Filters can be very useful in nature photography, especially for landscapes. They can do all kinds of things, like get rid of unwanted reflections, saturate or darken the sky, and help you get a longer shutter speed to show motion.
But, when you’re using filters on wide-angle lenses (anything at 40mm or less), there’s one thing you need to watch out for: vignetting (like in the photo above). This usually only happens at very wide angles and if you’re using more than one filter.
So, how do you avoid this problem? Your first thought might be to avoid those wider angles when using filters, but don’t let filters limit your creative freedom! Luckily, there are a few good solutions to this problem:
1 — Use slim filters for wide-angle lenses
If there’s only a small amount of vignetting, then you might be able to solve the problem by using slim filters which are usually half as thick as regular filters. You may be able to get by with just one slim filter or you might have to get slim versions of multiple filters to completely get rid of the vignetting.
There are a few things you should keep in mind with slim filters though: lens caps don’t always fit on them, you can’t always stack more filters on top of them, and your options may be limited depending on what size you need. For example, my favorite filter maker is B+W, but they don’t make a slim 77mm multicoated polarizing filter that works with lens caps.
2 — Use fewer filters
Another way to get rid of that vignetting is to just use fewer filters! Go through each filter you have on your lens, and ask yourself if you really need it for this image you’re creating. One filter you might be using that’s almost never really necessary is the UV filter. Maybe you keep one on all your lenses to help protect them, which I do too. But, when you start seeing vignetting because you added another filter on top of the UV filter, then consider removing the UV filter temporarily for the shot.
3 — Remove vignetting in post-processing
If you can’t use fewer filters or slim versions of them, or you just didn’t notice the vignetting until you looked at your photos when you got home, then another option is to remove the vignette in post-processing. As long as the vignette is small (like in the photo at the top of this article), this should be easy to do: just find the clone stamp or healing brush in your post-processing app and use it on the corners of the image.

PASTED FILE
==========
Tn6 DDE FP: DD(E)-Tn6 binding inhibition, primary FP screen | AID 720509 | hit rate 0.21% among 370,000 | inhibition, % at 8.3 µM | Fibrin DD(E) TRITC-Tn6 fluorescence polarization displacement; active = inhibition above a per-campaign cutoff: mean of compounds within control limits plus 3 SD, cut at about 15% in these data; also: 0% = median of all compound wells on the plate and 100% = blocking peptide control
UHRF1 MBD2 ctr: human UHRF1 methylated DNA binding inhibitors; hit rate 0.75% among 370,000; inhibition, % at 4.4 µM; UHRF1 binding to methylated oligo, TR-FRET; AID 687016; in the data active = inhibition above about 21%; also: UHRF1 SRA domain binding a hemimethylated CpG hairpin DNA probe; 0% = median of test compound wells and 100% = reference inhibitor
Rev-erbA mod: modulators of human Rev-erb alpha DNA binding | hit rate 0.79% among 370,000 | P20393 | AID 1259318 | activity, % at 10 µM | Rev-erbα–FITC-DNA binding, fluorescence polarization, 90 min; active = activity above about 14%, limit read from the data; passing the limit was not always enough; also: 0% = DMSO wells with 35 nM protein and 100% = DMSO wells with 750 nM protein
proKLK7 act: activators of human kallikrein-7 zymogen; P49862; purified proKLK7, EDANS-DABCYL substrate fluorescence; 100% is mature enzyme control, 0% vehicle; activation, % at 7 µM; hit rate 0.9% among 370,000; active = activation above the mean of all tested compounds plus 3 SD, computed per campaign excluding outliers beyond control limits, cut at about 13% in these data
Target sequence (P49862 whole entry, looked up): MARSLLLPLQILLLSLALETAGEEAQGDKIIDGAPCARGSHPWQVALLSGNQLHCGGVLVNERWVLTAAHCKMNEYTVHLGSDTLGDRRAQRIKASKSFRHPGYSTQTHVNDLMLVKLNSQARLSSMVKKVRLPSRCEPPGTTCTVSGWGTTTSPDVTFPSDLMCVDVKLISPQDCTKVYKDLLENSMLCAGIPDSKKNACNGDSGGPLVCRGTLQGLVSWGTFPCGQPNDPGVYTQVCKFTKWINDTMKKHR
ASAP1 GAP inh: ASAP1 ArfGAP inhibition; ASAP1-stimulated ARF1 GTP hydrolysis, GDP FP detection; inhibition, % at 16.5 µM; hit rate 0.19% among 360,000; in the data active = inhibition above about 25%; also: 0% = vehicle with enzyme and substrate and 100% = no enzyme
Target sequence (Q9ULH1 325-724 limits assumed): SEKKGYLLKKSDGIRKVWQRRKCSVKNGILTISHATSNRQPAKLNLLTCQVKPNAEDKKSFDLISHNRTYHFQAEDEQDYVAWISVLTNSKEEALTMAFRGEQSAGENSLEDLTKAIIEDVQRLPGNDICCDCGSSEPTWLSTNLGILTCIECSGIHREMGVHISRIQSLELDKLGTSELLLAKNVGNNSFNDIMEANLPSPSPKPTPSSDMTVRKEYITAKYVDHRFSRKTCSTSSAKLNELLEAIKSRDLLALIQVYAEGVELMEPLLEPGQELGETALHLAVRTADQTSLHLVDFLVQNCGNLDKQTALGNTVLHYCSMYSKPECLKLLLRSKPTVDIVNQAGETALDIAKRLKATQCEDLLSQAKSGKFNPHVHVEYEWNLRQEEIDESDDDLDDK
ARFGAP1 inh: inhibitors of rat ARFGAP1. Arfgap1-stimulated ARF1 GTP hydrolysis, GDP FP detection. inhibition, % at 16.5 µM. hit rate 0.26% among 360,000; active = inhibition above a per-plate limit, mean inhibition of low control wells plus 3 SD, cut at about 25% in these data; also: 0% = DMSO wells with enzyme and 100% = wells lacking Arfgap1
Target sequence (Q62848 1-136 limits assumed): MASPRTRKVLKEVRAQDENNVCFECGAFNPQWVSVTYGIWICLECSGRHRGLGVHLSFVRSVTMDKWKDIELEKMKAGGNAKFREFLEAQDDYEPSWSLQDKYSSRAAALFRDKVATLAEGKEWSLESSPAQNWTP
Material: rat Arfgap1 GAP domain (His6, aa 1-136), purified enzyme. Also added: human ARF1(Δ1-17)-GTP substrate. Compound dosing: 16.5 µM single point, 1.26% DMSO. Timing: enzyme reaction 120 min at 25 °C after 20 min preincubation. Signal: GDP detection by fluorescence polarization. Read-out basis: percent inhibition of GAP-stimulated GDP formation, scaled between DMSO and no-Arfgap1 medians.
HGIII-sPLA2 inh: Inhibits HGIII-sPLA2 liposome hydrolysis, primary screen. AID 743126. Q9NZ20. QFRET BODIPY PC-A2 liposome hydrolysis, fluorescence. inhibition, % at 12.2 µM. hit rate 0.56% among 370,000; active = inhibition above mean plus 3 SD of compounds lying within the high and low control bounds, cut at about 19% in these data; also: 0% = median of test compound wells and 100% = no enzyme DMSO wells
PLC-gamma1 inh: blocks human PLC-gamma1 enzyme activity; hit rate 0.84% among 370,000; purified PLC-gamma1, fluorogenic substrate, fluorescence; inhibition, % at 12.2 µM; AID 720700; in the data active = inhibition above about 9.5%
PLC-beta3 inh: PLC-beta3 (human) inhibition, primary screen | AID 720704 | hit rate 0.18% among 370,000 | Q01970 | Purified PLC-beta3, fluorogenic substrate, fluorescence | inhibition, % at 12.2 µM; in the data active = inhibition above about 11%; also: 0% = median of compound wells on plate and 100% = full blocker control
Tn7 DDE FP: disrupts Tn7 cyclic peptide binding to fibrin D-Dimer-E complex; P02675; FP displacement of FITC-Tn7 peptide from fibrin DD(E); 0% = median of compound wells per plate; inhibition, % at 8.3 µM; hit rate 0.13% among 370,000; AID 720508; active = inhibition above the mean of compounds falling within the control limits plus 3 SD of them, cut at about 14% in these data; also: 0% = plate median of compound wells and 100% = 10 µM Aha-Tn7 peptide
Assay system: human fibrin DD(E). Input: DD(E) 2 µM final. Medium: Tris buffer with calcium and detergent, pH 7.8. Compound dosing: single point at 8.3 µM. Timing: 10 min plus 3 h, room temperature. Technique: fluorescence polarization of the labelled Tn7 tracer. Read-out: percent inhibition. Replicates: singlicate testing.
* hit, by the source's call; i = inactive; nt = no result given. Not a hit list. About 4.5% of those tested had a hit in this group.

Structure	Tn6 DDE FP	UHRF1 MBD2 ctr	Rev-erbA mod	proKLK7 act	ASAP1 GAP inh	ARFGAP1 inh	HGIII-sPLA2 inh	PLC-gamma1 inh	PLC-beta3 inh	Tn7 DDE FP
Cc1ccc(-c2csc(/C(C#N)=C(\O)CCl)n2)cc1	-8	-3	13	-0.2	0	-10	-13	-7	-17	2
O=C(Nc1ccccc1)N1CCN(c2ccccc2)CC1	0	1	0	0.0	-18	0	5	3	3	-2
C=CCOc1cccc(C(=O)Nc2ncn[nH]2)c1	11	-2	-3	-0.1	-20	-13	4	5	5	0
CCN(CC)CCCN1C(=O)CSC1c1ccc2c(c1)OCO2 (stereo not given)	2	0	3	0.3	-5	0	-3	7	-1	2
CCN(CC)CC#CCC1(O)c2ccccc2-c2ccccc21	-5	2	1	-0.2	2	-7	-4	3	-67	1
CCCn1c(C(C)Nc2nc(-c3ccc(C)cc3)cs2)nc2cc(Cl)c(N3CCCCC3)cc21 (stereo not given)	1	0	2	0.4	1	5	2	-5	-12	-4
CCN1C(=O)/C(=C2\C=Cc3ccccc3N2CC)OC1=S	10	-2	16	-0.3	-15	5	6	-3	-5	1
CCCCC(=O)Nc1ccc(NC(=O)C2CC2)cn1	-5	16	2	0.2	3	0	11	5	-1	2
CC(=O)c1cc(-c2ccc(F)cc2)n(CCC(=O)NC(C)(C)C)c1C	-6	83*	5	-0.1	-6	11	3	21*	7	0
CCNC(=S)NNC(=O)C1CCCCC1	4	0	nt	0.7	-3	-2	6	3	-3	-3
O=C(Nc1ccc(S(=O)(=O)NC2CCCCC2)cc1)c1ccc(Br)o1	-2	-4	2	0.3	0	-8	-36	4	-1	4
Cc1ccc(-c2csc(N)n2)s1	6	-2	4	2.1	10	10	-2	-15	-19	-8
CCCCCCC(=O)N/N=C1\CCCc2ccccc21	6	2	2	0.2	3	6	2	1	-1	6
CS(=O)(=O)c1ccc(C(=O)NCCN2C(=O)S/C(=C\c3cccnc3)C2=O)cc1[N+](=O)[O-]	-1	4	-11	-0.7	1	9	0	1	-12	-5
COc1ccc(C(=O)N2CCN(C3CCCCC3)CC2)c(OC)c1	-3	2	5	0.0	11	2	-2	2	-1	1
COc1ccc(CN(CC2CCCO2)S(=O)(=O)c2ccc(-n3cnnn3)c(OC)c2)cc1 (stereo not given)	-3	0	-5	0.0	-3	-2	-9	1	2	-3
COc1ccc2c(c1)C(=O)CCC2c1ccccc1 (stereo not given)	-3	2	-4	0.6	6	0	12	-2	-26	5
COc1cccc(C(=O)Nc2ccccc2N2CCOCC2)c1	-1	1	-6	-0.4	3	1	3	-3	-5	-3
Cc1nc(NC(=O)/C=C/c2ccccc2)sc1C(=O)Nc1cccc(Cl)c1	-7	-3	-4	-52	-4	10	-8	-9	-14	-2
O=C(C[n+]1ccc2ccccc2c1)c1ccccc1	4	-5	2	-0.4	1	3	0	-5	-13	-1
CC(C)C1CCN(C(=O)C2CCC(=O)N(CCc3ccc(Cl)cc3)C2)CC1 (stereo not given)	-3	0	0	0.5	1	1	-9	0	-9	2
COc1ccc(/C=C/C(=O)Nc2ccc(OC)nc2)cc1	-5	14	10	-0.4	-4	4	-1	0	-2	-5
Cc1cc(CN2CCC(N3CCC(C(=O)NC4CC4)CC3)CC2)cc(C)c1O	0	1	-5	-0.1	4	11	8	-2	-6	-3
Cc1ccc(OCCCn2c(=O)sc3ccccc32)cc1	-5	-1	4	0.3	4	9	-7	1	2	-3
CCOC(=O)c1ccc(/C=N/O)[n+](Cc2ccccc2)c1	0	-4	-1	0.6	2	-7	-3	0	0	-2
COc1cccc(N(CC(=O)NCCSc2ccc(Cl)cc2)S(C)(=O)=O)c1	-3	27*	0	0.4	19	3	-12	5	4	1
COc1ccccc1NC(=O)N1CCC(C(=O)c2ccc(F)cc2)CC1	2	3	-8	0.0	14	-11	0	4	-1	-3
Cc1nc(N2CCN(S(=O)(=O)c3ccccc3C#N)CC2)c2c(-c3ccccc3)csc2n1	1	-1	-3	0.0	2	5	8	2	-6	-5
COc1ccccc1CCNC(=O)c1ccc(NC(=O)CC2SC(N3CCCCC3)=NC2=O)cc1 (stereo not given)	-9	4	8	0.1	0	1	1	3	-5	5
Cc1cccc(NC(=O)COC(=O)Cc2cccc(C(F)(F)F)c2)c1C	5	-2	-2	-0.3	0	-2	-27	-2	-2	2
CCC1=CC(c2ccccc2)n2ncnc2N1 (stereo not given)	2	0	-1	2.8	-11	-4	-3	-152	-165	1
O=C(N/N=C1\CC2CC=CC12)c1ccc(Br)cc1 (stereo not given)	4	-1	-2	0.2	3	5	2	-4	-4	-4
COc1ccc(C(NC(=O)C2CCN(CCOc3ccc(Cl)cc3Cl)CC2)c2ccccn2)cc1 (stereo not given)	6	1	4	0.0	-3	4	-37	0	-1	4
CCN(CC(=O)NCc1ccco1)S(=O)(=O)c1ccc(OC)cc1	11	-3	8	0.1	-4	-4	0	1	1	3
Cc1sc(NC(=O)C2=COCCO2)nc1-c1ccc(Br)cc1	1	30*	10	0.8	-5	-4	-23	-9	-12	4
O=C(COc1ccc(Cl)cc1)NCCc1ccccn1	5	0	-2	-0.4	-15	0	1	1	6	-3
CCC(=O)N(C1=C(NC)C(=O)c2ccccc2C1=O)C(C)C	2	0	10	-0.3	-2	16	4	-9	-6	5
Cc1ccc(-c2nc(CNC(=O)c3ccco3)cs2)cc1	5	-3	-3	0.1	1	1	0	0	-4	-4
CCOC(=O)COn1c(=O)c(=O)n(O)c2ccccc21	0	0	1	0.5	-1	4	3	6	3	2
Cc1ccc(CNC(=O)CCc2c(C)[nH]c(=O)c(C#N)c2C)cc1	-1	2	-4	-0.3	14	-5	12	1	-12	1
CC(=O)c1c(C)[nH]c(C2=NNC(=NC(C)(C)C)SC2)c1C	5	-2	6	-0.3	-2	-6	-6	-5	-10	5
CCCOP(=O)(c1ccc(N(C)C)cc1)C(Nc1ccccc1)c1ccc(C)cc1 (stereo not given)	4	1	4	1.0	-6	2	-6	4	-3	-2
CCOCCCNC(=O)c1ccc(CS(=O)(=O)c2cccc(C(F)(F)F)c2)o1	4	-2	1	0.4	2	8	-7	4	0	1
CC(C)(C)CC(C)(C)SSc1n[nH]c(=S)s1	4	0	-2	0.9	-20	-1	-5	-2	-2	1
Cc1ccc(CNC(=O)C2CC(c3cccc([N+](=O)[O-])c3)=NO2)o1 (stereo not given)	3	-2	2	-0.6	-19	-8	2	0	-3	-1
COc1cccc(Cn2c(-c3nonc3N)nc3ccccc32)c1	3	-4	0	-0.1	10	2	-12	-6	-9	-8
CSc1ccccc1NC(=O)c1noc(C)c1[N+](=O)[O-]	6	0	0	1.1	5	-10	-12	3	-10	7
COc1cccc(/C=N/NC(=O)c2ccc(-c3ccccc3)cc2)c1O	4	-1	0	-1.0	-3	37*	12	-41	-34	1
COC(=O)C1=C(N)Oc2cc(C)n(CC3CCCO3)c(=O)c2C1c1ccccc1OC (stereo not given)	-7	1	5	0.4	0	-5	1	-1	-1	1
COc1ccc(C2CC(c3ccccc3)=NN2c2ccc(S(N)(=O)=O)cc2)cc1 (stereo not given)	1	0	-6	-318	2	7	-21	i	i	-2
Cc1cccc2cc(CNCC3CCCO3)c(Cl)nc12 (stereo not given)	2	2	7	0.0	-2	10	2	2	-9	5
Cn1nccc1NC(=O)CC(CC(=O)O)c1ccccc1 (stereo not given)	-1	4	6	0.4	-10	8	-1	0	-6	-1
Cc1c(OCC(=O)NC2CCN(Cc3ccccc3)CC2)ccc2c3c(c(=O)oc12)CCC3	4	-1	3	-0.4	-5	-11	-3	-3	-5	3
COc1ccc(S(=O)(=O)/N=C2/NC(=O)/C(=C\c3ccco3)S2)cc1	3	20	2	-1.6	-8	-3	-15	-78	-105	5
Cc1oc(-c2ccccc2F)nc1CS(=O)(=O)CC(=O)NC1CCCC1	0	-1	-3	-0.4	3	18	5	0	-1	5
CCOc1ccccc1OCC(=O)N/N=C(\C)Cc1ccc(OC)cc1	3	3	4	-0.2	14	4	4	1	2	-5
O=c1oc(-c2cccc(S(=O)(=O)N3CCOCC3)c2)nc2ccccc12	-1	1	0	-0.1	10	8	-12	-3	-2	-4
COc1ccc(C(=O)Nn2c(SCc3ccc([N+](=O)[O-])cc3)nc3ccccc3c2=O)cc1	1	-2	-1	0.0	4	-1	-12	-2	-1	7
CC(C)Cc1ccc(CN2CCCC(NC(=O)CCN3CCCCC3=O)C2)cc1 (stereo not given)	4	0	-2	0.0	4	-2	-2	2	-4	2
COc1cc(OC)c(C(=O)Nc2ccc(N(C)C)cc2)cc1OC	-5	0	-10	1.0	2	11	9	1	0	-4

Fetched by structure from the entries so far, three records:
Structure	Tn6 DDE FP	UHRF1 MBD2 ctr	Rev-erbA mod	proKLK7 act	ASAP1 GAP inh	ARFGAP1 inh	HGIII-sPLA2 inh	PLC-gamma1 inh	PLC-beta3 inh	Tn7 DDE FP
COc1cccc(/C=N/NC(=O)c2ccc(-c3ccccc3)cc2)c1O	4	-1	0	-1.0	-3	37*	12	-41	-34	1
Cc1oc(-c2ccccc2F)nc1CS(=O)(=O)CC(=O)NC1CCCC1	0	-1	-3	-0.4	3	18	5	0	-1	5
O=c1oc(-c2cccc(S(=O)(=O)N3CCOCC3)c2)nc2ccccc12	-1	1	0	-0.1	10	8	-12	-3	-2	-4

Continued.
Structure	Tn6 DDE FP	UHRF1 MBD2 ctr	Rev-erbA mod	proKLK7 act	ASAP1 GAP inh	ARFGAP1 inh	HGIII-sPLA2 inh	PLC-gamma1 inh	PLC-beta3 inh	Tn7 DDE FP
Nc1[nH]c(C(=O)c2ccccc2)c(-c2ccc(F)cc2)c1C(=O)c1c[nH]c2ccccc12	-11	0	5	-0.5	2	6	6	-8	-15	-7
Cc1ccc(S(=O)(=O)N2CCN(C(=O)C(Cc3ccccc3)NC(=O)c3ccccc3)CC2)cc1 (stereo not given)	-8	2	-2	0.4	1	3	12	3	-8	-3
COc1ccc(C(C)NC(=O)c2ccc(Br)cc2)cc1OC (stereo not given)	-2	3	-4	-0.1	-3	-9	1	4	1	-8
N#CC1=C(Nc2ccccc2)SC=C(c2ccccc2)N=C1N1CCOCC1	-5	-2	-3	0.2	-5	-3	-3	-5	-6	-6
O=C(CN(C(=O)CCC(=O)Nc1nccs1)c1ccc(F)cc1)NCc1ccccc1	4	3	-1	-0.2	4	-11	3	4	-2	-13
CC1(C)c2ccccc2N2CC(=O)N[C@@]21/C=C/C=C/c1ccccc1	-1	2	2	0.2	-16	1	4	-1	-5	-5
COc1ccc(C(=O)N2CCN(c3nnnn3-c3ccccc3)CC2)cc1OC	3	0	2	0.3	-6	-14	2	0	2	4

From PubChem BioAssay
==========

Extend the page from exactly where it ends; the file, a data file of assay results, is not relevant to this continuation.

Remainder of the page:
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About the Author: Steve Berardi is a nature photographer, software engineer, and founder of PhotoNaturalist. You can usually find him hiking in the beautiful mountains and deserts of southern California.
Jeff Sinon says
Another issue to watch out for is using a polarizer on wide angle lenses. This will most often end up with uneven polarization across the sky(darker, more saturated in the middle fading to lighter and less saturated towards the sides). Something, especially with large expanses of cloudless sky is very noticeable and very difficult to correct in post processing.
Ashleigh Hogg says
How about trying a slim step-up ring which allows the use of a larger filter? I use this for ND filters so that I have one set of these (77mm) and a few (much less costly) step-up rings for smaller diameter lenses.
Great article. Another tip that worked for me is to use wide-angle adapters for the drop-in filter systems and to make sure that the rectangular system is large enough for the camera system used (e.g. 100 mm for full frame). I am using Formatt-Hitech 100 mm drop in filters (not an endorsement!), and they offer wide angle adapters that result in the drop-in filter system to get closer to the lens , and hence minimize or avoid vignetting (of course in conjunction with being large enough for full frame lenses). For DX, I think at least 85 mm is recommended.